39. 39. Differential Diagnosis Other hypochromic microcytic anemias <ul><li>1.ß-Thalassemia trait </li></ul><ul><li>* mild microcytic anemia </li></ul><ul><li>* elevated levels of hemoglobin A2 </li></ul><ul><li>and/or fetal hemoglobin concentration </li></ul><ul><li>* Serum iron, total iron-binding capacity </li></ul><ul><li>(transferrin) and ferritin are normal </li></ul>
  40. 40. Differential Diagnosis Other hypochromic microcytic anemias <ul><li>2. a-Thalassemia trait </li></ul><ul><li>* presence of familial hypochromic </li></ul><ul><li>microcytic anemia </li></ul><ul><li>* normal results of iron studies </li></ul><ul><li>* normal levels of Hgb A2 and Hgb F </li></ul><ul><li>*In new born ,3 -10% hemoglobin </li></ul><ul><li>Barts ( gamma 4) </li></ul>( Cont.)
  41. 41. Differential Diagnosis Other hypochromic microcytic anemias <ul><li>3. Hgb H disease </li></ul><ul><li>* a form of a-Thalassemia results from </li></ul><ul><li>deletion of three of the four a-globin </li></ul><ul><li>genes </li></ul><ul><li>* hypochromia and microcytosis </li></ul><ul><li>* a mild hemolytic component from </li></ul><ul><li>instability of the ß-chian tetramers </li></ul><ul><li>(Hgb H) </li></ul>( Cont.)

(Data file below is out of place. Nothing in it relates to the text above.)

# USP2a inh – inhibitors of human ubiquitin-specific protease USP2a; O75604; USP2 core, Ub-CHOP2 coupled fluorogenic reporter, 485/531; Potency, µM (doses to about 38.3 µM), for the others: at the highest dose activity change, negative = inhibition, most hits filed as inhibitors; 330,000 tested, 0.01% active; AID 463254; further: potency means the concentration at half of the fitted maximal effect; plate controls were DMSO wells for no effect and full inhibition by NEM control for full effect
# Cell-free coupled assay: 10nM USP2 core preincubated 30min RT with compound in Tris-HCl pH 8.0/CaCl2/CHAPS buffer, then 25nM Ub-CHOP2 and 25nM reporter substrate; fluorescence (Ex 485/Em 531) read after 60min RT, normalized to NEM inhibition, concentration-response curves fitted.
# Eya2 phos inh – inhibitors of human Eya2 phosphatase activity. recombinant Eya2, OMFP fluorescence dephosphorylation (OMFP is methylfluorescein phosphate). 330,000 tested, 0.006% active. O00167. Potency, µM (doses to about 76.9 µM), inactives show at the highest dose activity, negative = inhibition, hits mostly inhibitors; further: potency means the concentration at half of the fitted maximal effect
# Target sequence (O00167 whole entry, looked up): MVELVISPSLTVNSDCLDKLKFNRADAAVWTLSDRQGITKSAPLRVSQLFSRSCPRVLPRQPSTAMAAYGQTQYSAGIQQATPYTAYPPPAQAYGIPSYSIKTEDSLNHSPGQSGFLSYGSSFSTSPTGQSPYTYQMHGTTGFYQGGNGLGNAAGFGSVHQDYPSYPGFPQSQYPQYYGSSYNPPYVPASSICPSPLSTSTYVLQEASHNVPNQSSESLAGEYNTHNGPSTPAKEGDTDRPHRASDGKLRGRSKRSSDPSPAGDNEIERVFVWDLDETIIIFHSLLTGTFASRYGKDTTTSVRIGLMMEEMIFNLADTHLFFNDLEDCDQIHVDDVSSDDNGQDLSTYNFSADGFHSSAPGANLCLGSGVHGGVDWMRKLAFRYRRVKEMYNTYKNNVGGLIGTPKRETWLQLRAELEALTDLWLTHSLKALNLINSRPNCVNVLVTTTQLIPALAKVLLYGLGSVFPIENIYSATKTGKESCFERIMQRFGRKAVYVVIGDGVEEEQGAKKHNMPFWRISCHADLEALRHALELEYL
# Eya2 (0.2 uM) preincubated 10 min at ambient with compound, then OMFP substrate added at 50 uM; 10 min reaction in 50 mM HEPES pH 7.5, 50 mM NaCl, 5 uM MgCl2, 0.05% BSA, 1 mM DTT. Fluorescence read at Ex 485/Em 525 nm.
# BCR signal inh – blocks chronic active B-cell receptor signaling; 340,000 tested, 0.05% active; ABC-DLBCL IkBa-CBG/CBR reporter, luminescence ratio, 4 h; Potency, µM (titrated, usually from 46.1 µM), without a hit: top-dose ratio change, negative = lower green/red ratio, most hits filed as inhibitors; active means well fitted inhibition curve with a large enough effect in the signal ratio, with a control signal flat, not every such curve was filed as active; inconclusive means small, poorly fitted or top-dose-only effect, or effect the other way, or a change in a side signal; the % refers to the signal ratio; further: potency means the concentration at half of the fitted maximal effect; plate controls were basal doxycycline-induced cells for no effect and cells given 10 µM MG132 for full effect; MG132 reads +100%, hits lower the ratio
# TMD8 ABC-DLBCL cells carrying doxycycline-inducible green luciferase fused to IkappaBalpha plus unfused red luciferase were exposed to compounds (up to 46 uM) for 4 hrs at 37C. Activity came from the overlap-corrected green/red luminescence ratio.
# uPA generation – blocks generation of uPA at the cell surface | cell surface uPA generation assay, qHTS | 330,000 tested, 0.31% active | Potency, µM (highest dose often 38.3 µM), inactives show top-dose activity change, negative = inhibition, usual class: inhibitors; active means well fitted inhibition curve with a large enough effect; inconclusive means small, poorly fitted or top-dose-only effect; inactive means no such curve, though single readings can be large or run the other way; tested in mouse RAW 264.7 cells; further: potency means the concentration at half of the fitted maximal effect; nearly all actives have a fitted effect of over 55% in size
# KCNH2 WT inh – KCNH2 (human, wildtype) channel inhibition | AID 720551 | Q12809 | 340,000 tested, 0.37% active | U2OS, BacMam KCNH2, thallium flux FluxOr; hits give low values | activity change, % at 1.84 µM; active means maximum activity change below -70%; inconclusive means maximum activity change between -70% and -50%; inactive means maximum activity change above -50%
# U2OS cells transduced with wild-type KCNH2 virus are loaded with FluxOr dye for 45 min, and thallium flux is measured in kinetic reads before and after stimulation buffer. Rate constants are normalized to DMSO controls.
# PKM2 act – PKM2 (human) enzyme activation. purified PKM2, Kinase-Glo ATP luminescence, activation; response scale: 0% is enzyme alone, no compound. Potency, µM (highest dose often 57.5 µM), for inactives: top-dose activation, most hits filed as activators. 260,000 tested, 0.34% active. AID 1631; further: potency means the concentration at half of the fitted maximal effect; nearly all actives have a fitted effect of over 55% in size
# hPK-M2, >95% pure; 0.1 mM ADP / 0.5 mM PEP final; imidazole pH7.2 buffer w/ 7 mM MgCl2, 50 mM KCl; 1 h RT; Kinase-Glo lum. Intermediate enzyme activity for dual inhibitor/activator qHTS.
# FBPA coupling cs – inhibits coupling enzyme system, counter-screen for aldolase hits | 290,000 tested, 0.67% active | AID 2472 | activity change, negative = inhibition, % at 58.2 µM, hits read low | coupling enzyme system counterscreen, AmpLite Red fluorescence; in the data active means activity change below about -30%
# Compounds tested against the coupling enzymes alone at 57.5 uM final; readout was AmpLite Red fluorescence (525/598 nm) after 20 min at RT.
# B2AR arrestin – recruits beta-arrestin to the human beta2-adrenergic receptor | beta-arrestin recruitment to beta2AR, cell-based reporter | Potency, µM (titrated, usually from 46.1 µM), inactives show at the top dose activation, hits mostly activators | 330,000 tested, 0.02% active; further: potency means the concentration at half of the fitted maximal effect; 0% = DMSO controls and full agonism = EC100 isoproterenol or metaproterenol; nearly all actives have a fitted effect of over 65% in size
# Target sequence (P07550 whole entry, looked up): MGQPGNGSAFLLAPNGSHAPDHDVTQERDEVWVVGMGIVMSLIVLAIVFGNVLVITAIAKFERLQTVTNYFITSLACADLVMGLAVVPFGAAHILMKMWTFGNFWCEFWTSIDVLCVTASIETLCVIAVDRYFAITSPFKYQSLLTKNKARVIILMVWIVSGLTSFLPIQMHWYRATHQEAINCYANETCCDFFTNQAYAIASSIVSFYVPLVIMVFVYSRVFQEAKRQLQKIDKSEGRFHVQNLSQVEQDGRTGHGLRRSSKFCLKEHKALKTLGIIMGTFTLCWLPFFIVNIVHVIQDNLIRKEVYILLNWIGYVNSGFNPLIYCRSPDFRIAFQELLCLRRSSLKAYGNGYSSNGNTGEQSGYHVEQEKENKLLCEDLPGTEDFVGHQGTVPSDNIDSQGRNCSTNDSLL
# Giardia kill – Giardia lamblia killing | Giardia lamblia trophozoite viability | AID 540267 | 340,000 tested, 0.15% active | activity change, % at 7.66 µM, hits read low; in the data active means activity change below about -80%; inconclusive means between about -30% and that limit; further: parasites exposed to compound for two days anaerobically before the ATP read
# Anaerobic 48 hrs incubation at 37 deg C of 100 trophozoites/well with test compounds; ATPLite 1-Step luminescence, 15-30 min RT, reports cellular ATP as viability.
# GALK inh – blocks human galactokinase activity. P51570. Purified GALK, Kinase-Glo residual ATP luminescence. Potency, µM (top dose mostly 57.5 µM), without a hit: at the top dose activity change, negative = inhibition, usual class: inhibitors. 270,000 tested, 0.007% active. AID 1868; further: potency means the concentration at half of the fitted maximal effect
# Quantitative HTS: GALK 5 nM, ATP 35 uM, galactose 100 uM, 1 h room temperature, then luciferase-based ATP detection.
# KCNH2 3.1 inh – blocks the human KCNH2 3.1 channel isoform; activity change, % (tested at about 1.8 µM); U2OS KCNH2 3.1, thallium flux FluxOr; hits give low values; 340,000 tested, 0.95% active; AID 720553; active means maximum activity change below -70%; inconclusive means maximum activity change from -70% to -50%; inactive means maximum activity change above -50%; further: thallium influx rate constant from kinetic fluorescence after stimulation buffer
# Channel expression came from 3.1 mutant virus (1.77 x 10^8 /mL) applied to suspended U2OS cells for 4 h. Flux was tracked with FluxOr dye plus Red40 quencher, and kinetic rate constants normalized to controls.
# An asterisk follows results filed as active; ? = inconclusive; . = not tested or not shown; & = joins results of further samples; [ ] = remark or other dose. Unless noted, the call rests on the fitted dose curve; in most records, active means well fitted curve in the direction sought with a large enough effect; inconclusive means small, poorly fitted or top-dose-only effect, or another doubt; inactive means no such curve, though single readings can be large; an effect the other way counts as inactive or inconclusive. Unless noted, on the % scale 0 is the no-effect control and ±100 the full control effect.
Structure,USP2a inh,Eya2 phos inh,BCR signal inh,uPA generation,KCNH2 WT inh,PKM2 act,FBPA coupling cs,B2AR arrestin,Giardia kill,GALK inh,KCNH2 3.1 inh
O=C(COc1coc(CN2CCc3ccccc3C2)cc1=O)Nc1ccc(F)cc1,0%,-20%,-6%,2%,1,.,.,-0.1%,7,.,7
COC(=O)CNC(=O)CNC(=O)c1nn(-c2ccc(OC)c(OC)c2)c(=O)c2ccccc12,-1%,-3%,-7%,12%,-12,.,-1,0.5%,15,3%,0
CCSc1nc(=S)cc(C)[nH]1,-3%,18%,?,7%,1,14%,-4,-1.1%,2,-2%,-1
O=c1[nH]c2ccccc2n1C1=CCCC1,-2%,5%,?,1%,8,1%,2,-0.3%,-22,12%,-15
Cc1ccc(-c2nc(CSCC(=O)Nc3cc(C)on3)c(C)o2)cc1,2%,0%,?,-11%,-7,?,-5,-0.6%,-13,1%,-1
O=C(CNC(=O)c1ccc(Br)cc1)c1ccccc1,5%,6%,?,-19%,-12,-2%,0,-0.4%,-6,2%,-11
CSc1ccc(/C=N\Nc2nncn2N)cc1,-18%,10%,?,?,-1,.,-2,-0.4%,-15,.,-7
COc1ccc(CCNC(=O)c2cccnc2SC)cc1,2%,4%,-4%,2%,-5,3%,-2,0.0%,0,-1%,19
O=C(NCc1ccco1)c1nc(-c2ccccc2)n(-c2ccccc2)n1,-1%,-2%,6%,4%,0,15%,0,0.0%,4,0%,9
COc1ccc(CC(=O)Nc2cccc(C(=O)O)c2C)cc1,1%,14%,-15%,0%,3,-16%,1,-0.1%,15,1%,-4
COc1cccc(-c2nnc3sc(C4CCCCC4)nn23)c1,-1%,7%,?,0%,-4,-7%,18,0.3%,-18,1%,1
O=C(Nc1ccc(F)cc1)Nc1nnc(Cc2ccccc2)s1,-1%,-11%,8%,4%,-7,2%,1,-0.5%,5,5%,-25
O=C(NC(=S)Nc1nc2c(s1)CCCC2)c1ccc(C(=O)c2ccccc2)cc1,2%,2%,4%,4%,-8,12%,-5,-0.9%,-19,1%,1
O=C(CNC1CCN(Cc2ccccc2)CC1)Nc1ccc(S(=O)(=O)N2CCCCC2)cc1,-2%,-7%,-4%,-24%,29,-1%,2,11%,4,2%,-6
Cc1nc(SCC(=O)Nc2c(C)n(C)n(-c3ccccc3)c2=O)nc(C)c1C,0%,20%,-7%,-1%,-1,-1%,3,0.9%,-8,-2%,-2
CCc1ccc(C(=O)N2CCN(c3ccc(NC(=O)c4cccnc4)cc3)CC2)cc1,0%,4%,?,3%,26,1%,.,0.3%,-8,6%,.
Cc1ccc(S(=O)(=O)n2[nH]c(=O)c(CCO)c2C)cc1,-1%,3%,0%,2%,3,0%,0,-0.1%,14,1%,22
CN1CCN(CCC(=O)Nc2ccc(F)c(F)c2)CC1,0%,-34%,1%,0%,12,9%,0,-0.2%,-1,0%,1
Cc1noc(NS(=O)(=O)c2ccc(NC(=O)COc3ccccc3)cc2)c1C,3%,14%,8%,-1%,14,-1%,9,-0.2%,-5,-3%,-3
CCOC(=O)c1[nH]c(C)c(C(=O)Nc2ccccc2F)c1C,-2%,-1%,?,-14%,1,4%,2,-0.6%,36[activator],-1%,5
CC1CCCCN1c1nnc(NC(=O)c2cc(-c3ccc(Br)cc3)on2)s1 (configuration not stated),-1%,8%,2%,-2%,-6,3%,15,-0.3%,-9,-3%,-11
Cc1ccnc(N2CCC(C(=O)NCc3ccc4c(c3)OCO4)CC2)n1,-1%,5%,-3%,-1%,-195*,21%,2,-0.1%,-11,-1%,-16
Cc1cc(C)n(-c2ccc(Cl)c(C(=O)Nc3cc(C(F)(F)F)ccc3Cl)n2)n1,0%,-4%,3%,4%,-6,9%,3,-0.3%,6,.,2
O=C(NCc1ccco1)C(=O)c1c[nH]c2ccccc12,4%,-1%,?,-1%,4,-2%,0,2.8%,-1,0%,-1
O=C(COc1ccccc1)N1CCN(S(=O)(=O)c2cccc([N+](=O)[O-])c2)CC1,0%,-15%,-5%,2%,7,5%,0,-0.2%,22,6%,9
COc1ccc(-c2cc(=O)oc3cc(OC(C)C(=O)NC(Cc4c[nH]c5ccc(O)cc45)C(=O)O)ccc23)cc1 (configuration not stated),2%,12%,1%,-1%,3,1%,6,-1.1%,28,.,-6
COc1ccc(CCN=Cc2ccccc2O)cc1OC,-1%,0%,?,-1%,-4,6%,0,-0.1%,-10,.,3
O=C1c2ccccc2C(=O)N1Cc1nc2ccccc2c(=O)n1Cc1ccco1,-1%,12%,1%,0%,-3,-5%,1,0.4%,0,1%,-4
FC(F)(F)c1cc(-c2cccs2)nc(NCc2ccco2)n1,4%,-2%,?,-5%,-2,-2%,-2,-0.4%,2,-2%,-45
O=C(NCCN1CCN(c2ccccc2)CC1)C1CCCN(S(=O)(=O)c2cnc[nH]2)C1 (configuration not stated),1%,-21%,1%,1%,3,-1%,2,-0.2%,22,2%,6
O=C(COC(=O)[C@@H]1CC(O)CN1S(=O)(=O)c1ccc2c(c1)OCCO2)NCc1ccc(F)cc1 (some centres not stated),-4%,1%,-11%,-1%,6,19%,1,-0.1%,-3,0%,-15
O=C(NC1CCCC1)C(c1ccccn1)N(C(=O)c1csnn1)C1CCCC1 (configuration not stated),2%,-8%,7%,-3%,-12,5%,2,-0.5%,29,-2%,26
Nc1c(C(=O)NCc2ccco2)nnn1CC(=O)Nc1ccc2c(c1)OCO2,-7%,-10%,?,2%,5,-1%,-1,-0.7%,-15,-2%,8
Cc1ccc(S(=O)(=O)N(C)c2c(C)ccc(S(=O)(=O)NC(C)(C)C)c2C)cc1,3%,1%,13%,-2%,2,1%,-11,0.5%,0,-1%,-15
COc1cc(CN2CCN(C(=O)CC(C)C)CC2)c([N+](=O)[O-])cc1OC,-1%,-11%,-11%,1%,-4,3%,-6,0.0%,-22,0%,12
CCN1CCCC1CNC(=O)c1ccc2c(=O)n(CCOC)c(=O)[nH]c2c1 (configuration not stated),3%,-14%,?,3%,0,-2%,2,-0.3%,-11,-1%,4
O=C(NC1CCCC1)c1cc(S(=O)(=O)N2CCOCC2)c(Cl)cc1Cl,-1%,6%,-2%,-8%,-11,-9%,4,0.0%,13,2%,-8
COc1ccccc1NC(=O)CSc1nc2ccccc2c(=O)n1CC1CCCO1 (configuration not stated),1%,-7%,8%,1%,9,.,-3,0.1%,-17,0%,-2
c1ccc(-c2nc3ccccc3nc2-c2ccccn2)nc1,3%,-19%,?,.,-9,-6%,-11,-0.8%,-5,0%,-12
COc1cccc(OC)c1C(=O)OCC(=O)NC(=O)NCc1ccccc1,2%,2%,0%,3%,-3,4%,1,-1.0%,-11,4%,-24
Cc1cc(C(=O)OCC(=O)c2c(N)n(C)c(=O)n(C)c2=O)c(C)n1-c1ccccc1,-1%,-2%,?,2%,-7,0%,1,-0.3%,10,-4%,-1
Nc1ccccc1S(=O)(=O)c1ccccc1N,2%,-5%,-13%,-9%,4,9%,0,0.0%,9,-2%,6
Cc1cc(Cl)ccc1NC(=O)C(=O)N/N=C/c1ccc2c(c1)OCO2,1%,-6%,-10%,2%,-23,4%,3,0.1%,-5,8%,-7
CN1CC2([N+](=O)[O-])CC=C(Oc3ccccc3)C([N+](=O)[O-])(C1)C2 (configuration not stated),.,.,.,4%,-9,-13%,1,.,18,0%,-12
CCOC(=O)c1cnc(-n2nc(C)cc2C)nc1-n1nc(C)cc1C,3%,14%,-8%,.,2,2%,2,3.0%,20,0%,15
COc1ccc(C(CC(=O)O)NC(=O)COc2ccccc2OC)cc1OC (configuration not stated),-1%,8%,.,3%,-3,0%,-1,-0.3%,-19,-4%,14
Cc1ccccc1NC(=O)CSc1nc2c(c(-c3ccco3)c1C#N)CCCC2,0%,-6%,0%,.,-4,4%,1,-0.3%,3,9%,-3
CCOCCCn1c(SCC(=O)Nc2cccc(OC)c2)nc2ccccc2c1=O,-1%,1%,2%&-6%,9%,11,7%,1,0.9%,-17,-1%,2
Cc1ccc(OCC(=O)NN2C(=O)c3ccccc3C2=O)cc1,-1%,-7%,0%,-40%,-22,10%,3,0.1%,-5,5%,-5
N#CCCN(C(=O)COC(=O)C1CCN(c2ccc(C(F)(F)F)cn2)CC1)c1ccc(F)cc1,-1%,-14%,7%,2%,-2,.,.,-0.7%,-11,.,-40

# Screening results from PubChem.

42. 42. Differential Diagnosis Other hypochromic microcytic anemias <ul><li>4. The anemia of chronic disease (ACD) </li></ul><ul><li>* Elevated FPR </li></ul><ul><li>* Coarse basophilic stippling of the RBC is frequently </li></ul><ul><li>prominent </li></ul><ul><li>* Elevations of blood lead. FEP, and urinary </li></ul><ul><li>coproporphyrin levels </li></ul><ul><li>Serum transferrin receptor (TIR) level </li></ul><ul><li>is useful in distinction between iron- deficiency anemia </li></ul><ul><li>and anemia of chronic disease </li></ul>( Cont.)
  43. 43. IRON DEFICIENCY versus ACD Other hypochromic microcytic anemias Serum Iron Transferrin Ferritin Iron Deficiency ACD
  44. 44. PRINCIPLES OF TREATMENT 1.Use oral iron 2.Replace iron deficit in total 3.Establish and treat the cause
  45. 45. PRINCIPLES OF TREATMENT 4.The therapeutic dose should be calculated in terms of elemental iron 5. A daily total of 4 -6 mg/kg of elemental iron in three divided doses provides an optimal amount of iron 6.A parenteral iron preparation (iron dextran) is an effective form of iron ( Cont.)